Plato, Republic, Book IV:
“You’re happily innocent if you think that anything other than the kind of city we are founding deserves to be called a city.
What do you mean?
We’ll have to find a greater title for the others because each of them is a great many cities, not a city… each of them consists of two cities at war with one another, that of the poor and that of the rich, and each of these contains a great many. If you approach them as many and offer to give to the one city the money, power, and indeed the very inhabitants of the other, you’ll always find many allies and few enemies.” P. 98
“To put it briefly, those in charge must cling to education and see that it isn’t corrupted without their noticing it, guarding it against everything. Above all, they must guard as carefully as they can against any innovation in music and poetry or in physical training that is counter to the established order. And they should dread to hear anyone say:
People care most for the song
That is newest from the singer’s lips
Someone might praise such a saying, thinking that the poet meant not new songs but new ways of singing. Such a thing shouldn’t be praised, and the poet shouldn’t be taken to have meant it, for the guardians must beware of changing to a new form of music, since it threatens the whole system.” 99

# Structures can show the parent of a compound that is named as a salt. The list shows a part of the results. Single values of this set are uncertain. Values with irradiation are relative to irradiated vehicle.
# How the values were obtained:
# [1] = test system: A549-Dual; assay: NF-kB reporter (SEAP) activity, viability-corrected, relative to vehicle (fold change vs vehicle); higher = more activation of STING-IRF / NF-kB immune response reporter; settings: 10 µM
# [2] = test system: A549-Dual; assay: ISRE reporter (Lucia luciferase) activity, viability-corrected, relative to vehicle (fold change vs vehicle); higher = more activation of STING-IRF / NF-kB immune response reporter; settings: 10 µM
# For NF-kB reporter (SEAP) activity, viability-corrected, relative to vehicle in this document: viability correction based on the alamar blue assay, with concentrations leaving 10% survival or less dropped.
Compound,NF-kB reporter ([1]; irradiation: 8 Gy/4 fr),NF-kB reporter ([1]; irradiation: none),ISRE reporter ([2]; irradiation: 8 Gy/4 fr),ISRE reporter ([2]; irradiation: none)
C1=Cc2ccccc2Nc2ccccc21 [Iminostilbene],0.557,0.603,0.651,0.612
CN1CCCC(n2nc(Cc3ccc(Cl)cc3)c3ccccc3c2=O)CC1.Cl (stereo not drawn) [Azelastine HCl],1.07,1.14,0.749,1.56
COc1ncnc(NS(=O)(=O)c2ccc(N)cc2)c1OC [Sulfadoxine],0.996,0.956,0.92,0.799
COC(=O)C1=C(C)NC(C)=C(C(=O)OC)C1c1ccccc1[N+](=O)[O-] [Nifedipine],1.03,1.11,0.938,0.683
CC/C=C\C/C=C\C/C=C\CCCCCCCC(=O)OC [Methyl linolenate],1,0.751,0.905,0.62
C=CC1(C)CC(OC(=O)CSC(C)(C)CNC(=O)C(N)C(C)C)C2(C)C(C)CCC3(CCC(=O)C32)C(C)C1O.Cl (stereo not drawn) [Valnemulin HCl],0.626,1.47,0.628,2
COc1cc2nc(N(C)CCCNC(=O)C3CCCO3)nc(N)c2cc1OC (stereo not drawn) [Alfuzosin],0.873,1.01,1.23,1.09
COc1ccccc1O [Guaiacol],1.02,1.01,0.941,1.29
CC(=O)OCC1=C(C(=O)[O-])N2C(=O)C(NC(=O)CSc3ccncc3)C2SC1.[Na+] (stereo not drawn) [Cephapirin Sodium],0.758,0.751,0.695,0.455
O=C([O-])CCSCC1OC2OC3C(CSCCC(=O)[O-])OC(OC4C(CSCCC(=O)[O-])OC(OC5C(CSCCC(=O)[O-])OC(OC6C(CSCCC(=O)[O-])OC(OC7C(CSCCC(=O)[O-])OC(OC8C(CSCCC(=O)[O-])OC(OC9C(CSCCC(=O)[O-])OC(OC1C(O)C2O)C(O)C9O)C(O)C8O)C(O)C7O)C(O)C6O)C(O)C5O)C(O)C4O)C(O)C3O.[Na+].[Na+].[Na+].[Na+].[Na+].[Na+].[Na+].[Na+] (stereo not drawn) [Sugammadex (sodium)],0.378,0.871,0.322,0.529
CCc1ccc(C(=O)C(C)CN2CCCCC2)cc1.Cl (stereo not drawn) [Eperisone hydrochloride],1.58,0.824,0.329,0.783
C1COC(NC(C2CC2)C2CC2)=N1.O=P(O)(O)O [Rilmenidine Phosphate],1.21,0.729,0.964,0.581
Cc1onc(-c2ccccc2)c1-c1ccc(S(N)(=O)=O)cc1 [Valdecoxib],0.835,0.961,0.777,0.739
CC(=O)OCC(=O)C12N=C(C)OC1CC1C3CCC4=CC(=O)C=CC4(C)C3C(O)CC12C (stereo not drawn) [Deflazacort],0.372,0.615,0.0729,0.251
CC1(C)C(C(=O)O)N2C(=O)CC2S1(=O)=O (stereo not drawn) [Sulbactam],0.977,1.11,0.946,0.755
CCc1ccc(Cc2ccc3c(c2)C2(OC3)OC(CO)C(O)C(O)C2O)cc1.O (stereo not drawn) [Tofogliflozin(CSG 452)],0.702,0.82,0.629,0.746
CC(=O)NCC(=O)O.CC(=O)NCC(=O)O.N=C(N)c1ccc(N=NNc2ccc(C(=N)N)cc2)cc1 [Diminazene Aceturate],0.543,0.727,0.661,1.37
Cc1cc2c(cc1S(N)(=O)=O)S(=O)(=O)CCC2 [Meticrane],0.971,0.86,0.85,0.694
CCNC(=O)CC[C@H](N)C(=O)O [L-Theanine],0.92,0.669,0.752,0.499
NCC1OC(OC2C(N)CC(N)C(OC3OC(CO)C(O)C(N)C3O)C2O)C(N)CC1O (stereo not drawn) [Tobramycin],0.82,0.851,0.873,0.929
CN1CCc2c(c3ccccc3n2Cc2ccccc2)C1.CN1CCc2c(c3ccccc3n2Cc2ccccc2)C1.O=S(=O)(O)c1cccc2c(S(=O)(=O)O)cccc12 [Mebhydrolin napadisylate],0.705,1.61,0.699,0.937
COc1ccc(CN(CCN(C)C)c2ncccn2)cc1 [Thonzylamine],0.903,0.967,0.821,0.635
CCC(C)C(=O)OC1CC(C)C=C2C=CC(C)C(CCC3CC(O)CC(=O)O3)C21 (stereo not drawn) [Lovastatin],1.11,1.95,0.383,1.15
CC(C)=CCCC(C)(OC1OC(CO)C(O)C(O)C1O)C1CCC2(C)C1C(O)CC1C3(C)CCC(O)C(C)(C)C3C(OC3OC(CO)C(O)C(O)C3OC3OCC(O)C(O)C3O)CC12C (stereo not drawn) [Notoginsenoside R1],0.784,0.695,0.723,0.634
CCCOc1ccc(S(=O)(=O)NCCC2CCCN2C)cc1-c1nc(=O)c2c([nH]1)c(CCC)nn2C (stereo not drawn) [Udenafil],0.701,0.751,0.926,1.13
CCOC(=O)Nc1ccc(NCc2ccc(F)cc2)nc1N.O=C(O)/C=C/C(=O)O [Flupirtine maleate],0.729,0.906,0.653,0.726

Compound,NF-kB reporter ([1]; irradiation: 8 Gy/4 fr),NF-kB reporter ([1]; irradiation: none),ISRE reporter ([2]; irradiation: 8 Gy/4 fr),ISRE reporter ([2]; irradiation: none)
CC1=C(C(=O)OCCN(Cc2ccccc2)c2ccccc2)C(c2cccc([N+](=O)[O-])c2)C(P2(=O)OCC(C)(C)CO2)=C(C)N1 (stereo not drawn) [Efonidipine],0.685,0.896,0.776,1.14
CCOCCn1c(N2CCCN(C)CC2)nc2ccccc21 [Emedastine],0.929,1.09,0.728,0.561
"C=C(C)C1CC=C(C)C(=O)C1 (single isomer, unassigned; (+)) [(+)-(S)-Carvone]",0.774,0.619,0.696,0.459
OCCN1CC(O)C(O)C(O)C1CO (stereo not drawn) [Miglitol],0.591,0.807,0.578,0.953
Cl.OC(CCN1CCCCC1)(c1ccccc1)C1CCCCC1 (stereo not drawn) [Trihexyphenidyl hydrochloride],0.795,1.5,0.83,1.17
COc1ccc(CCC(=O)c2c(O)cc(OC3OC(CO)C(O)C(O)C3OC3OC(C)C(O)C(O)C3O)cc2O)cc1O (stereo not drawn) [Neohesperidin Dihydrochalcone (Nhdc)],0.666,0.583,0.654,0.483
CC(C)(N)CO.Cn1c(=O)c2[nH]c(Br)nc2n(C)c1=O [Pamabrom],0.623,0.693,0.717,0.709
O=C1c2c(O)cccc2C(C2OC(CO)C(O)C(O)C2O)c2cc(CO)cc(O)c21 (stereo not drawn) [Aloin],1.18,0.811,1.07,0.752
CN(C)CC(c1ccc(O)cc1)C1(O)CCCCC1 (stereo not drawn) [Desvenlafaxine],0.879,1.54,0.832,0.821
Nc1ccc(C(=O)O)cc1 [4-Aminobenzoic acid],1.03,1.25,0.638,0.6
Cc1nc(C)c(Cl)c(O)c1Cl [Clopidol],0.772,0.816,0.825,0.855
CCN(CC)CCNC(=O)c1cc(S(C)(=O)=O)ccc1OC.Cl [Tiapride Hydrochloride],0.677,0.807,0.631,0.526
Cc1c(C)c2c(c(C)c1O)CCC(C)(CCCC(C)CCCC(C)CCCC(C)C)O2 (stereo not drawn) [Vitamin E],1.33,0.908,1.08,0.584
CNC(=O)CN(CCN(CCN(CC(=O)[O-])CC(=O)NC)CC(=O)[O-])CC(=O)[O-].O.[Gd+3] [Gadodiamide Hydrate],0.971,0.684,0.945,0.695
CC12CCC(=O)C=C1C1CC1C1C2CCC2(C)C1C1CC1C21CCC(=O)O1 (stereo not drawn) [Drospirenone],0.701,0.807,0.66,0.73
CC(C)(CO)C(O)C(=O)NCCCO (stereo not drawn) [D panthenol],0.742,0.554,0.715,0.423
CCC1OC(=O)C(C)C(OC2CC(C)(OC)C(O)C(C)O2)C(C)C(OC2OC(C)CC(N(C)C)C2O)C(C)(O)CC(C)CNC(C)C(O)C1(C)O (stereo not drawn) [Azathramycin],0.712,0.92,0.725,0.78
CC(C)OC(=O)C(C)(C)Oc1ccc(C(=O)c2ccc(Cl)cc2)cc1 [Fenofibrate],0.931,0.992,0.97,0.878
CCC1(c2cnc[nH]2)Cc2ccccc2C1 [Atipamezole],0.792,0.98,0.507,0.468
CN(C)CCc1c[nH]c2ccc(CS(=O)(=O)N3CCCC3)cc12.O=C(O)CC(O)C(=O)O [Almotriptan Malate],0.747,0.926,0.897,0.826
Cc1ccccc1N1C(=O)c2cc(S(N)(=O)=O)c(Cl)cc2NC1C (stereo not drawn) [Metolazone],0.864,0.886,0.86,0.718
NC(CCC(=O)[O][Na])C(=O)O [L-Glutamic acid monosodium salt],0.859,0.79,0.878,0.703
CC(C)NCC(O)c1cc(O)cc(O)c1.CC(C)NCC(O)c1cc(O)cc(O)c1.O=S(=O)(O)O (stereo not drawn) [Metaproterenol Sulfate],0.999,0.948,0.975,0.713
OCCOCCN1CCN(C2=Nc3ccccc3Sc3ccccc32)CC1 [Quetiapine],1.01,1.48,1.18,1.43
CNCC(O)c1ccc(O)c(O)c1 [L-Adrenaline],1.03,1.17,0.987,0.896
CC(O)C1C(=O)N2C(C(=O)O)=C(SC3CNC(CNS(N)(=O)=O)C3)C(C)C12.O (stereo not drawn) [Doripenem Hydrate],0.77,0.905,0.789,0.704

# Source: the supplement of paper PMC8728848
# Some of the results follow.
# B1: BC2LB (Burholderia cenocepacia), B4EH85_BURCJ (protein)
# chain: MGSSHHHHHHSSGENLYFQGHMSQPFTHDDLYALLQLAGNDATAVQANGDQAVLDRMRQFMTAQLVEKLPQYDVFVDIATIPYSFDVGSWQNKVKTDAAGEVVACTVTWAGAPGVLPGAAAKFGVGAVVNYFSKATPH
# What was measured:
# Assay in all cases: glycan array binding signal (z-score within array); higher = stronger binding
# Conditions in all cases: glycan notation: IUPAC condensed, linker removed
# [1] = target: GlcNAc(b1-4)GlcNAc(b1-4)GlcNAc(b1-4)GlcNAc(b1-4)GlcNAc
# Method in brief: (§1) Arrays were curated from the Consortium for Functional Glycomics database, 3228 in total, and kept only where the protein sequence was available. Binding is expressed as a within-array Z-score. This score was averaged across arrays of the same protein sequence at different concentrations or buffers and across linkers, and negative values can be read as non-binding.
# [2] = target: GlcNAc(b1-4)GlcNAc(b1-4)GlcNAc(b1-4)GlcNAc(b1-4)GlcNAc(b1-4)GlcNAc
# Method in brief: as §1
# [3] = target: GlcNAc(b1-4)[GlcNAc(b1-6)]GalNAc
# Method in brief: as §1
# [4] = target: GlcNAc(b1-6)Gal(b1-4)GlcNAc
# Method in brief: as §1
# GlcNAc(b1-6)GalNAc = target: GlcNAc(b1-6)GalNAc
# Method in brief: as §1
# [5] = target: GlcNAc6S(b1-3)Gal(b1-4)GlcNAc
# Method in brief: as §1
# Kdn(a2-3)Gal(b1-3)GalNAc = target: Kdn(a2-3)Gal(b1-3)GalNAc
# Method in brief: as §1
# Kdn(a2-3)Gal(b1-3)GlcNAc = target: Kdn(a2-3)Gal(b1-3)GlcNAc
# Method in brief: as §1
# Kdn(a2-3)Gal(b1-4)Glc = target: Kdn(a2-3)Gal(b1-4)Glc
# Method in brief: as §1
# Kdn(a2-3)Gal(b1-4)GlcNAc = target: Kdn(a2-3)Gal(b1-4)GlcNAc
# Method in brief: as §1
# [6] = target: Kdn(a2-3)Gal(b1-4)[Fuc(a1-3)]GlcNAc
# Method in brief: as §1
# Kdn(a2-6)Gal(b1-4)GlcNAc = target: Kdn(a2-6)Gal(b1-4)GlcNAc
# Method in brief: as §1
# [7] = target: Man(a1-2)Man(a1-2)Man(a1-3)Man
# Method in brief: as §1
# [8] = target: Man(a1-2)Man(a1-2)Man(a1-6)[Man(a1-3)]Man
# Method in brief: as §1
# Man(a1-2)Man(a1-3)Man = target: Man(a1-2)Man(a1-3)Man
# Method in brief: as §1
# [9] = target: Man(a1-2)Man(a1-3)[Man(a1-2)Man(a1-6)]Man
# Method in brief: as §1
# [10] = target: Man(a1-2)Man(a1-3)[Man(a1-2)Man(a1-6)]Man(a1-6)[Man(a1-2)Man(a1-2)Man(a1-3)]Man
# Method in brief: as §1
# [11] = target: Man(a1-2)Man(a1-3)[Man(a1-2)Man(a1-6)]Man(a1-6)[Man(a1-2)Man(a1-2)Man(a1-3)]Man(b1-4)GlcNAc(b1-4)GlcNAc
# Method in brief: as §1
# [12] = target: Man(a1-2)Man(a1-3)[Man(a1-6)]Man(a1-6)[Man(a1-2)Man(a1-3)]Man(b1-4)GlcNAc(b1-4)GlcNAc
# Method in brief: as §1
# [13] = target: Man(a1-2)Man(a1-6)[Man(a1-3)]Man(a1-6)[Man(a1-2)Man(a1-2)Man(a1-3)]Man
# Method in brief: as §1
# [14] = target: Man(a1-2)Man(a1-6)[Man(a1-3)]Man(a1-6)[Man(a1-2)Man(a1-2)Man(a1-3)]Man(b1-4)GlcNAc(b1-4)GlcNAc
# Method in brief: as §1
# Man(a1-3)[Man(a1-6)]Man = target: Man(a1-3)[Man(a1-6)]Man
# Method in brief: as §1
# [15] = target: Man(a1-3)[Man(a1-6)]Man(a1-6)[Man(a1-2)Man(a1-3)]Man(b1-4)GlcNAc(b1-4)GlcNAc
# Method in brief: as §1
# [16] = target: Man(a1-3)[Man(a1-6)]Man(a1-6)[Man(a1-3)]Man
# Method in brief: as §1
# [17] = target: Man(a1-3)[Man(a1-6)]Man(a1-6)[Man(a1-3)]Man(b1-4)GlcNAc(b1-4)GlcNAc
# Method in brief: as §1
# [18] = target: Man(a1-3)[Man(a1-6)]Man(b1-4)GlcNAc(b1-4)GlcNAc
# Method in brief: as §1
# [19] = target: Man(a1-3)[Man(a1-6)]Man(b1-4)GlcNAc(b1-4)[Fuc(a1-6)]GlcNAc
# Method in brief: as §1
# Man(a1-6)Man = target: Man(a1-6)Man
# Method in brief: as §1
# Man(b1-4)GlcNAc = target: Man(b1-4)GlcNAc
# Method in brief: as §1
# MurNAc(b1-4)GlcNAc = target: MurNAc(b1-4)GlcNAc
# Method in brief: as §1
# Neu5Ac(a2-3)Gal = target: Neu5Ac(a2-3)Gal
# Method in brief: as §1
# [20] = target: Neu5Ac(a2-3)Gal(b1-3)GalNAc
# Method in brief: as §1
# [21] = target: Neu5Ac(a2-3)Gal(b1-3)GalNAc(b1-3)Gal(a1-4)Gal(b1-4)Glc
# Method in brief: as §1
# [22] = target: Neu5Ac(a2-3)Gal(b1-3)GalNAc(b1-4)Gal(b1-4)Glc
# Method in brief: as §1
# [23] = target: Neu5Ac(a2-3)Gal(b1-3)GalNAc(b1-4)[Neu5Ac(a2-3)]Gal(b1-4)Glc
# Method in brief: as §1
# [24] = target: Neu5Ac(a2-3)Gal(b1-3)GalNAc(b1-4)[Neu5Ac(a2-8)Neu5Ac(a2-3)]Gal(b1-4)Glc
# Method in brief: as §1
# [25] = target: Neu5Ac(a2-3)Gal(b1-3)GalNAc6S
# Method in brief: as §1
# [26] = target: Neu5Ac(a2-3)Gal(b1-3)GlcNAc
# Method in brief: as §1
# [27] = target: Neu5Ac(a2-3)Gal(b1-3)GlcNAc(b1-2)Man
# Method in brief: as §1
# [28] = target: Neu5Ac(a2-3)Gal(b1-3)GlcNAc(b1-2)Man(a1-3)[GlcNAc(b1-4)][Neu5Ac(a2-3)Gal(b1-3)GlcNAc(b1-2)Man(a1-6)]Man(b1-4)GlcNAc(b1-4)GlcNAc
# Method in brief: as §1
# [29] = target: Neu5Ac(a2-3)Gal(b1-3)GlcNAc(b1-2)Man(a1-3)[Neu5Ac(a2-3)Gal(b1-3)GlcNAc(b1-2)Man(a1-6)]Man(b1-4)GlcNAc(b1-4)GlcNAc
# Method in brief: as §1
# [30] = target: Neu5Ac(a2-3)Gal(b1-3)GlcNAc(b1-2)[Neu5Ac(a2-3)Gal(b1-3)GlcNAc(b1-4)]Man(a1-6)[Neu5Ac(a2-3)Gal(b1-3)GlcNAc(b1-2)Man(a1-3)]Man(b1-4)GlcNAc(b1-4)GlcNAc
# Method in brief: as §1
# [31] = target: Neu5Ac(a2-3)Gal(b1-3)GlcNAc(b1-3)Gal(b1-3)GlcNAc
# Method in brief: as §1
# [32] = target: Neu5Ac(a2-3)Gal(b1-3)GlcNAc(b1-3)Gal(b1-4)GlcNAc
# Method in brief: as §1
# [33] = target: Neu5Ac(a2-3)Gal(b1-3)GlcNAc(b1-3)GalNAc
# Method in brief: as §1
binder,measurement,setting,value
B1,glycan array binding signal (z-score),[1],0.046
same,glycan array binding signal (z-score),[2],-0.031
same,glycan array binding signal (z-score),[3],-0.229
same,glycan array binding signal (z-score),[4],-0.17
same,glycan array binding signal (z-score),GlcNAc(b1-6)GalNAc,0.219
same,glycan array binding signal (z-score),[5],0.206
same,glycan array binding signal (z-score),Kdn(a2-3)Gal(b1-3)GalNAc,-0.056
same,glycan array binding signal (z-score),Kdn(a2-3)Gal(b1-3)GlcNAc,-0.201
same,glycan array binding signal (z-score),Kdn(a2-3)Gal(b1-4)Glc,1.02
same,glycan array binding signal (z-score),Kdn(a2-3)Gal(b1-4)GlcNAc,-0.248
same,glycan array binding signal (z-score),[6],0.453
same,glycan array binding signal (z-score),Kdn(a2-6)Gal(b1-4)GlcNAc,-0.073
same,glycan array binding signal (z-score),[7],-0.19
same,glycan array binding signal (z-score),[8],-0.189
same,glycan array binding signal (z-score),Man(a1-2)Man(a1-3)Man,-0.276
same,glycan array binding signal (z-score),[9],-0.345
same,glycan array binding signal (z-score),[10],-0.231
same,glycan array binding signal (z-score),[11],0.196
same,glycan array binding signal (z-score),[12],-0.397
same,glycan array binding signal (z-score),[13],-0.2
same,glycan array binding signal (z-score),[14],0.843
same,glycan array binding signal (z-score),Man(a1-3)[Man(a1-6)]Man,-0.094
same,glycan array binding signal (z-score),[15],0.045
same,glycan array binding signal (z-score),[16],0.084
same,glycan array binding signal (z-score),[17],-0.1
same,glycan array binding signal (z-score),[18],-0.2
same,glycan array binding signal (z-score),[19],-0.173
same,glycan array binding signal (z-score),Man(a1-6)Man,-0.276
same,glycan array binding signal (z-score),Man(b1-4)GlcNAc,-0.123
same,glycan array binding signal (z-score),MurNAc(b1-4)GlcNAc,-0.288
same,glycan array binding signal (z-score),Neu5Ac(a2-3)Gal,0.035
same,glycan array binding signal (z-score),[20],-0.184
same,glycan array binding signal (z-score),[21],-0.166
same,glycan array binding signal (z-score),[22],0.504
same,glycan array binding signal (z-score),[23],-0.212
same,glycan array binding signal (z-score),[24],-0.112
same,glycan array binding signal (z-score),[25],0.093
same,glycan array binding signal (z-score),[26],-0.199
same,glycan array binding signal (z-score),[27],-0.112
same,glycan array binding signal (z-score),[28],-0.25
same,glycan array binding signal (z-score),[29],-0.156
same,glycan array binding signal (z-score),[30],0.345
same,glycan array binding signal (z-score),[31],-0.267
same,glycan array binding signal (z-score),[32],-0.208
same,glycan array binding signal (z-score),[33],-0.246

“The city is courageous… because of a part of itself that has the power to preserve through everything its belief about what things are to be feared, namely, that they are the things and kinds of things that the lawgiver declared to be such in the course of educating it.” 104
“…if indeed the ruler and the ruled in any city share the same belief about who should rule, it is in this one. Or don’t you agree?
I agree entirely.
And when the citizens agree in this way, in which of them do you say moderation is located? In the ruler or the ruled?
I suppose in both.
Then, you see how right we were to divine that moderation resembles a kind of harmony?
Because, unlike courage and wisdom, each of which resides in one part, making the city brave and wise respectively, moderation spreads throughout the whole. It makes the weakest, the strongest, and those in between—whether in regard to reason, physical strength, numbers, wealth, or anything else—all sing the same song together. And this unanimity, this agreement between the naturally worse and the naturally better as to which of the two is to rule both in the city and in each one, is rightly called moderation.” 107
“…we’ve heard many people say and have often said ourselves that justice is doing one’s own work and not meddling with what isn’t one’s own.
Yes, we have.
Then, it turns out that this doing one’s own work—provided that it comes to be in a certain way—is justice…. Every child, woman, slave, freeman, craftsman, ruled, and ruler each does his own work and doesn’t meddle with what is other people’s…” 108
“We’ll call the part of the soul with which it calculates the rational part and the part with which it lusts, hungers, thirsts, and gets excited by other appetities the irrational appetitive part, companion of certain indulgences and pleasures.” 115
“…it looks as though our rulers will have to make considerable use of falsehood and deception for the benefit of those they rule. And we said that all such falsehoods are useful as a form of drug.” 133